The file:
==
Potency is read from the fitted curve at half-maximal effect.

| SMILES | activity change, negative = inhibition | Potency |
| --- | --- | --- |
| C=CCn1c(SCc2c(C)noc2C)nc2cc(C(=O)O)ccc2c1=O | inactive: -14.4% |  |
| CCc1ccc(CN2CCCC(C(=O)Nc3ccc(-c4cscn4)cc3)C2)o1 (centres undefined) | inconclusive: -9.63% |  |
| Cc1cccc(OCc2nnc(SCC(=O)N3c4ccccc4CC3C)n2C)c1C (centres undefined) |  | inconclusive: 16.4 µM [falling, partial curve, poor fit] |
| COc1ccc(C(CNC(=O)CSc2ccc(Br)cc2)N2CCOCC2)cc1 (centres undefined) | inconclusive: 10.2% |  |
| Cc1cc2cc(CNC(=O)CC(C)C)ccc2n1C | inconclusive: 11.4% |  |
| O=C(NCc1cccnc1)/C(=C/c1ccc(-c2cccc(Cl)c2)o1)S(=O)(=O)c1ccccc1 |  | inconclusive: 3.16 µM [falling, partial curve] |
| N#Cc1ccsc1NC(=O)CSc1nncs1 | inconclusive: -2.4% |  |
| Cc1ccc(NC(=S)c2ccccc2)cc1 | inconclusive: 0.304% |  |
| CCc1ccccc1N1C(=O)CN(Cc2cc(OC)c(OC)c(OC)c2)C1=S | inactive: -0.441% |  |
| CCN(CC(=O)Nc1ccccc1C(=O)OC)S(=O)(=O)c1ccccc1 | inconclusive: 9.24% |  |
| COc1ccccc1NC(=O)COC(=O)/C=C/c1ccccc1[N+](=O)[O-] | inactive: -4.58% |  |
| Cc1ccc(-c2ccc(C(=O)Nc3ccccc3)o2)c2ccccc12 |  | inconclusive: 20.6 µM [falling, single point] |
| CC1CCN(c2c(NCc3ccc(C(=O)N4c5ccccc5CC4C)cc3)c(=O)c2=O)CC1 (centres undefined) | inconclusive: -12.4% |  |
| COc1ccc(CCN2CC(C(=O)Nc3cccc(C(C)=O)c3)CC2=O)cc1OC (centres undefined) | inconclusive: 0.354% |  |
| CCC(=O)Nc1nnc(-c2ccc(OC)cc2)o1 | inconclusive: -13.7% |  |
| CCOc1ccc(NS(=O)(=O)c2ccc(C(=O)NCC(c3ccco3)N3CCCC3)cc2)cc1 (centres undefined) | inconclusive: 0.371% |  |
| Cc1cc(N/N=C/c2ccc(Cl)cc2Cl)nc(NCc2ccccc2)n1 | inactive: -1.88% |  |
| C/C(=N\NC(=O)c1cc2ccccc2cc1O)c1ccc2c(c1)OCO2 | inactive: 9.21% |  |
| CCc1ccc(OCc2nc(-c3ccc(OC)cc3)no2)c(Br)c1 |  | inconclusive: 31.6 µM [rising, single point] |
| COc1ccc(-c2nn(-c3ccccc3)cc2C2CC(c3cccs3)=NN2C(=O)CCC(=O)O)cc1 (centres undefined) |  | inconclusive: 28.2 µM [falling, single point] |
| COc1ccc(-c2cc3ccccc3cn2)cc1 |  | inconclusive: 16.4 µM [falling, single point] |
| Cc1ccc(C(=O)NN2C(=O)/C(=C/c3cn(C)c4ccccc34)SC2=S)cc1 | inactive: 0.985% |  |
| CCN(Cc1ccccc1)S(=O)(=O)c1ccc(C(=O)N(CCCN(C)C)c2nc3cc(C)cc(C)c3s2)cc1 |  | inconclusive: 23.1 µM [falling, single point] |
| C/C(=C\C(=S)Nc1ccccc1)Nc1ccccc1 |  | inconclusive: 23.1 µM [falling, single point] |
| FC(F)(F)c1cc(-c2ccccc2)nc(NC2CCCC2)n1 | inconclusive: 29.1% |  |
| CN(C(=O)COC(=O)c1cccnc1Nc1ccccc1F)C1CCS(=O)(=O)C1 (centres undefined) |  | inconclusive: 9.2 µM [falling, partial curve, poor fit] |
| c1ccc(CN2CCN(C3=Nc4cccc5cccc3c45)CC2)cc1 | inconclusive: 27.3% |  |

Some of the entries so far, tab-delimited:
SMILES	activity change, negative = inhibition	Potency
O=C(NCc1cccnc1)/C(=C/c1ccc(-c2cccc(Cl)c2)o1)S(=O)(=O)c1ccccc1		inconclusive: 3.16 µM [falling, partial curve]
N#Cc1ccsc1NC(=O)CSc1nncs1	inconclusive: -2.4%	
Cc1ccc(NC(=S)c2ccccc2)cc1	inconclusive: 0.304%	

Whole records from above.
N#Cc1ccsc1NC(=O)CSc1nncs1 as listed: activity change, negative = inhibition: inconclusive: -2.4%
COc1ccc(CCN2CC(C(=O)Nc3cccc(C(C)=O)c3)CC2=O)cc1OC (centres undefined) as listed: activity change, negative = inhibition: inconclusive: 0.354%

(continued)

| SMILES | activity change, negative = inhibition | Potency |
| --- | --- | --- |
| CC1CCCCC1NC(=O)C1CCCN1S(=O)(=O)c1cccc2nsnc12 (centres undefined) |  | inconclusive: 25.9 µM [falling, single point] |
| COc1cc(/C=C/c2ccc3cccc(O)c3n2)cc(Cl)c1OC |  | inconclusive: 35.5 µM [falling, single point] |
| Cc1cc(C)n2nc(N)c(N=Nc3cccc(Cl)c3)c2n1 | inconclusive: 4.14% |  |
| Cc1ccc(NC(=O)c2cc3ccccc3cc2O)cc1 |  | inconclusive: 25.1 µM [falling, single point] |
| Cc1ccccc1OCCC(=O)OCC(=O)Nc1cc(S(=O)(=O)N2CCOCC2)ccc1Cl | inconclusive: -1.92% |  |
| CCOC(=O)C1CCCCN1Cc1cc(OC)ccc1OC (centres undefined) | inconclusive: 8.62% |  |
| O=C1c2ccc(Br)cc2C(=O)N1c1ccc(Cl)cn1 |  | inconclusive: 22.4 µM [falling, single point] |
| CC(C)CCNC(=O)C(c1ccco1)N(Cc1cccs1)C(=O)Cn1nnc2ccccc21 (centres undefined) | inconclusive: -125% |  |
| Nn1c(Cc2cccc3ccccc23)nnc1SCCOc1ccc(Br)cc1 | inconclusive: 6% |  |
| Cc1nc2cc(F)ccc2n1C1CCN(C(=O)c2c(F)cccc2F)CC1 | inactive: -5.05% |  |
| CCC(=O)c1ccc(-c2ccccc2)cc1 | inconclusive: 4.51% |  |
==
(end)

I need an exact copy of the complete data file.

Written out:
Potency is read from the fitted curve at half-maximal effect.

| SMILES | activity change, negative = inhibition | Potency |
| --- | --- | --- |
| C=CCn1c(SCc2c(C)noc2C)nc2cc(C(=O)O)ccc2c1=O | inactive: -14.4% |  |
| CCc1ccc(CN2CCCC(C(=O)Nc3ccc(-c4cscn4)cc3)C2)o1 (centres undefined) | inconclusive: -9.63% |  |
| Cc1cccc(OCc2nnc(SCC(=O)N3c4ccccc4CC3C)n2C)c1C (centres undefined) |  | inconclusive: 16.4 µM [falling, partial curve, poor fit] |
| COc1ccc(C(CNC(=O)CSc2ccc(Br)cc2)N2CCOCC2)cc1 (centres undefined) | inconclusive: 10.2% |  |
| Cc1cc2cc(CNC(=O)CC(C)C)ccc2n1C | inconclusive: 11.4% |  |
| O=C(NCc1cccnc1)/C(=C/c1ccc(-c2cccc(Cl)c2)o1)S(=O)(=O)c1ccccc1 |  | inconclusive: 3.16 µM [falling, partial curve] |
| N#Cc1ccsc1NC(=O)CSc1nncs1 | inconclusive: -2.4% |  |
| Cc1ccc(NC(=S)c2ccccc2)cc1 | inconclusive: 0.304% |  |
| CCc1ccccc1N1C(=O)CN(Cc2cc(OC)c(OC)c(OC)c2)C1=S | inactive: -0.441% |  |
| CCN(CC(=O)Nc1ccccc1C(=O)OC)S(=O)(=O)c1ccccc1 | inconclusive: 9.24% |  |
| COc1ccccc1NC(=O)COC(=O)/C=C/c1ccccc1[N+](=O)[O-] | inactive: -4.58% |  |
| Cc1ccc(-c2ccc(C(=O)Nc3ccccc3)o2)c2ccccc12 |  | inconclusive: 20.6 µM [falling, single point] |
| CC1CCN(c2c(NCc3ccc(C(=O)N4c5ccccc5CC4C)cc3)c(=O)c2=O)CC1 (centres undefined) | inconclusive: -12.4% |  |
| COc1ccc(CCN2CC(C(=O)Nc3cccc(C(C)=O)c3)CC2=O)cc1OC (centres undefined) | inconclusive: 0.354% |  |
| CCC(=O)Nc1nnc(-c2ccc(OC)cc2)o1 | inconclusive: -13.7% |  |
| CCOc1ccc(NS(=O)(=O)c2ccc(C(=O)NCC(c3ccco3)N3CCCC3)cc2)cc1 (centres undefined) | inconclusive: 0.371% |  |
| Cc1cc(N/N=C/c2ccc(Cl)cc2Cl)nc(NCc2ccccc2)n1 | inactive: -1.88% |  |
| C/C(=N\NC(=O)c1cc2ccccc2cc1O)c1ccc2c(c1)OCO2 | inactive: 9.21% |  |
| CCc1ccc(OCc2nc(-c3ccc(OC)cc3)no2)c(Br)c1 |  | inconclusive: 31.6 µM [rising, single point] |
| COc1ccc(-c2nn(-c3ccccc3)cc2C2CC(c3cccs3)=NN2C(=O)CCC(=O)O)cc1 (centres undefined) |  | inconclusive: 28.2 µM [falling, single point] |
| COc1ccc(-c2cc3ccccc3cn2)cc1 |  | inconclusive: 16.4 µM [falling, single point] |
| Cc1ccc(C(=O)NN2C(=O)/C(=C/c3cn(C)c4ccccc34)SC2=S)cc1 | inactive: 0.985% |  |
| CCN(Cc1ccccc1)S(=O)(=O)c1ccc(C(=O)N(CCCN(C)C)c2nc3cc(C)cc(C)c3s2)cc1 |  | inconclusive: 23.1 µM [falling, single point] |
| C/C(=C\C(=S)Nc1ccccc1)Nc1ccccc1 |  | inconclusive: 23.1 µM [falling, single point] |
| FC(F)(F)c1cc(-c2ccccc2)nc(NC2CCCC2)n1 | inconclusive: 29.1% |  |
| CN(C(=O)COC(=O)c1cccnc1Nc1ccccc1F)C1CCS(=O)(=O)C1 (centres undefined) |  | inconclusive: 9.2 µM [falling, partial curve, poor fit] |
| c1ccc(CN2CCN(C3=Nc4cccc5cccc3c45)CC2)cc1 | inconclusive: 27.3% |  |

Some of the entries so far, tab-delimited:
SMILES	activity change, negative = inhibition	Potency
O=C(NCc1cccnc1)/C(=C/c1ccc(-c2cccc(Cl)c2)o1)S(=O)(=O)c1ccccc1		inconclusive: 3.16 µM [falling, partial curve]
N#Cc1ccsc1NC(=O)CSc1nncs1	inconclusive: -2.4%	
Cc1ccc(NC(=S)c2ccccc2)cc1	inconclusive: 0.304%	

Whole records from above.
N#Cc1ccsc1NC(=O)CSc1nncs1 as listed: activity change, negative = inhibition: inconclusive: -2.4%
COc1ccc(CCN2CC(C(=O)Nc3cccc(C(C)=O)c3)CC2=O)cc1OC (centres undefined) as listed: activity change, negative = inhibition: inconclusive: 0.354%

(continued)

| SMILES | activity change, negative = inhibition | Potency |
| --- | --- | --- |
| CC1CCCCC1NC(=O)C1CCCN1S(=O)(=O)c1cccc2nsnc12 (centres undefined) |  | inconclusive: 25.9 µM [falling, single point] |
| COc1cc(/C=C/c2ccc3cccc(O)c3n2)cc(Cl)c1OC |  | inconclusive: 35.5 µM [falling, single point] |
| Cc1cc(C)n2nc(N)c(N=Nc3cccc(Cl)c3)c2n1 | inconclusive: 4.14% |  |
| Cc1ccc(NC(=O)c2cc3ccccc3cc2O)cc1 |  | inconclusive: 25.1 µM [falling, single point] |
| Cc1ccccc1OCCC(=O)OCC(=O)Nc1cc(S(=O)(=O)N2CCOCC2)ccc1Cl | inconclusive: -1.92% |  |
| CCOC(=O)C1CCCCN1Cc1cc(OC)ccc1OC (centres undefined) | inconclusive: 8.62% |  |
| O=C1c2ccc(Br)cc2C(=O)N1c1ccc(Cl)cn1 |  | inconclusive: 22.4 µM [falling, single point] |
| CC(C)CCNC(=O)C(c1ccco1)N(Cc1cccs1)C(=O)Cn1nnc2ccccc21 (centres undefined) | inconclusive: -125% |  |
| Nn1c(Cc2cccc3ccccc23)nnc1SCCOc1ccc(Br)cc1 | inconclusive: 6% |  |
| Cc1nc2cc(F)ccc2n1C1CCN(C(=O)c2c(F)cccc2F)CC1 | inactive: -5.05% |  |
| CCC(=O)c1ccc(-c2ccccc2)cc1 | inconclusive: 4.51% |  |